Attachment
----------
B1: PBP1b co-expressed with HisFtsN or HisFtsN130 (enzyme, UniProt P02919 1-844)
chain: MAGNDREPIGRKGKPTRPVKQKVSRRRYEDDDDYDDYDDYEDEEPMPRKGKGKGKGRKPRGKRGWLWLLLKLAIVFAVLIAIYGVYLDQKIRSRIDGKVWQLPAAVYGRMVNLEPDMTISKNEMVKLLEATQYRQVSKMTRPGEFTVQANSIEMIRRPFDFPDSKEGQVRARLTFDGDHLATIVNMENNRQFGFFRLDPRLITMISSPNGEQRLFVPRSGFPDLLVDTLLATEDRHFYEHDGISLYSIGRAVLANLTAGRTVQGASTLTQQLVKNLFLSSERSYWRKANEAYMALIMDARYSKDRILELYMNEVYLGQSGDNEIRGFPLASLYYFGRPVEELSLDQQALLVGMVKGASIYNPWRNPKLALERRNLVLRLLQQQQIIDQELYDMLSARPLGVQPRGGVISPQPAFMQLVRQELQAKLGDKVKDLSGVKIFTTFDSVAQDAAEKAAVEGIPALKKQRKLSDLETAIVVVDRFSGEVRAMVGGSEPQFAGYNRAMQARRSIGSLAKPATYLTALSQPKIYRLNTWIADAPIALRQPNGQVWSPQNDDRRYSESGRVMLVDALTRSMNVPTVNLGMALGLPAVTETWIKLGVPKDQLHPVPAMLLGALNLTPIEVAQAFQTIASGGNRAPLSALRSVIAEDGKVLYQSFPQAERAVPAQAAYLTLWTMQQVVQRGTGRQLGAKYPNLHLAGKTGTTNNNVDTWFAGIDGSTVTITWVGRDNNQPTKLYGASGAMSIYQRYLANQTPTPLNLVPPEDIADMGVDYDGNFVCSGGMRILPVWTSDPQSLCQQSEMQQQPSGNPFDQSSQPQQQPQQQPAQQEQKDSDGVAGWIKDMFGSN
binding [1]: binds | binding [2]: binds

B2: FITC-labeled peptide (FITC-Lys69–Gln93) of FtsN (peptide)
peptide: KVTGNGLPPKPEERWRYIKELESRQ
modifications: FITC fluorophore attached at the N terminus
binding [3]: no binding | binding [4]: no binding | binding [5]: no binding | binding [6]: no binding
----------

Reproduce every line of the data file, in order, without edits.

B1: PBP1b co-expressed with HisFtsN or HisFtsN130 (enzyme, UniProt P02919 1-844)
chain: MAGNDREPIGRKGKPTRPVKQKVSRRRYEDDDDYDDYDDYEDEEPMPRKGKGKGKGRKPRGKRGWLWLLLKLAIVFAVLIAIYGVYLDQKIRSRIDGKVWQLPAAVYGRMVNLEPDMTISKNEMVKLLEATQYRQVSKMTRPGEFTVQANSIEMIRRPFDFPDSKEGQVRARLTFDGDHLATIVNMENNRQFGFFRLDPRLITMISSPNGEQRLFVPRSGFPDLLVDTLLATEDRHFYEHDGISLYSIGRAVLANLTAGRTVQGASTLTQQLVKNLFLSSERSYWRKANEAYMALIMDARYSKDRILELYMNEVYLGQSGDNEIRGFPLASLYYFGRPVEELSLDQQALLVGMVKGASIYNPWRNPKLALERRNLVLRLLQQQQIIDQELYDMLSARPLGVQPRGGVISPQPAFMQLVRQELQAKLGDKVKDLSGVKIFTTFDSVAQDAAEKAAVEGIPALKKQRKLSDLETAIVVVDRFSGEVRAMVGGSEPQFAGYNRAMQARRSIGSLAKPATYLTALSQPKIYRLNTWIADAPIALRQPNGQVWSPQNDDRRYSESGRVMLVDALTRSMNVPTVNLGMALGLPAVTETWIKLGVPKDQLHPVPAMLLGALNLTPIEVAQAFQTIASGGNRAPLSALRSVIAEDGKVLYQSFPQAERAVPAQAAYLTLWTMQQVVQRGTGRQLGAKYPNLHLAGKTGTTNNNVDTWFAGIDGSTVTITWVGRDNNQPTKLYGASGAMSIYQRYLANQTPTPLNLVPPEDIADMGVDYDGNFVCSGGMRILPVWTSDPQSLCQQSEMQQQPSGNPFDQSSQPQQQPQQQPAQQEQKDSDGVAGWIKDMFGSN
binding [1]: binds | binding [2]: binds

B2: FITC-labeled peptide (FITC-Lys69–Gln93) of FtsN (peptide)
peptide: KVTGNGLPPKPEERWRYIKELESRQ
modifications: FITC fluorophore attached at the N terminus
binding [3]: no binding | binding [4]: no binding | binding [5]: no binding | binding [6]: no binding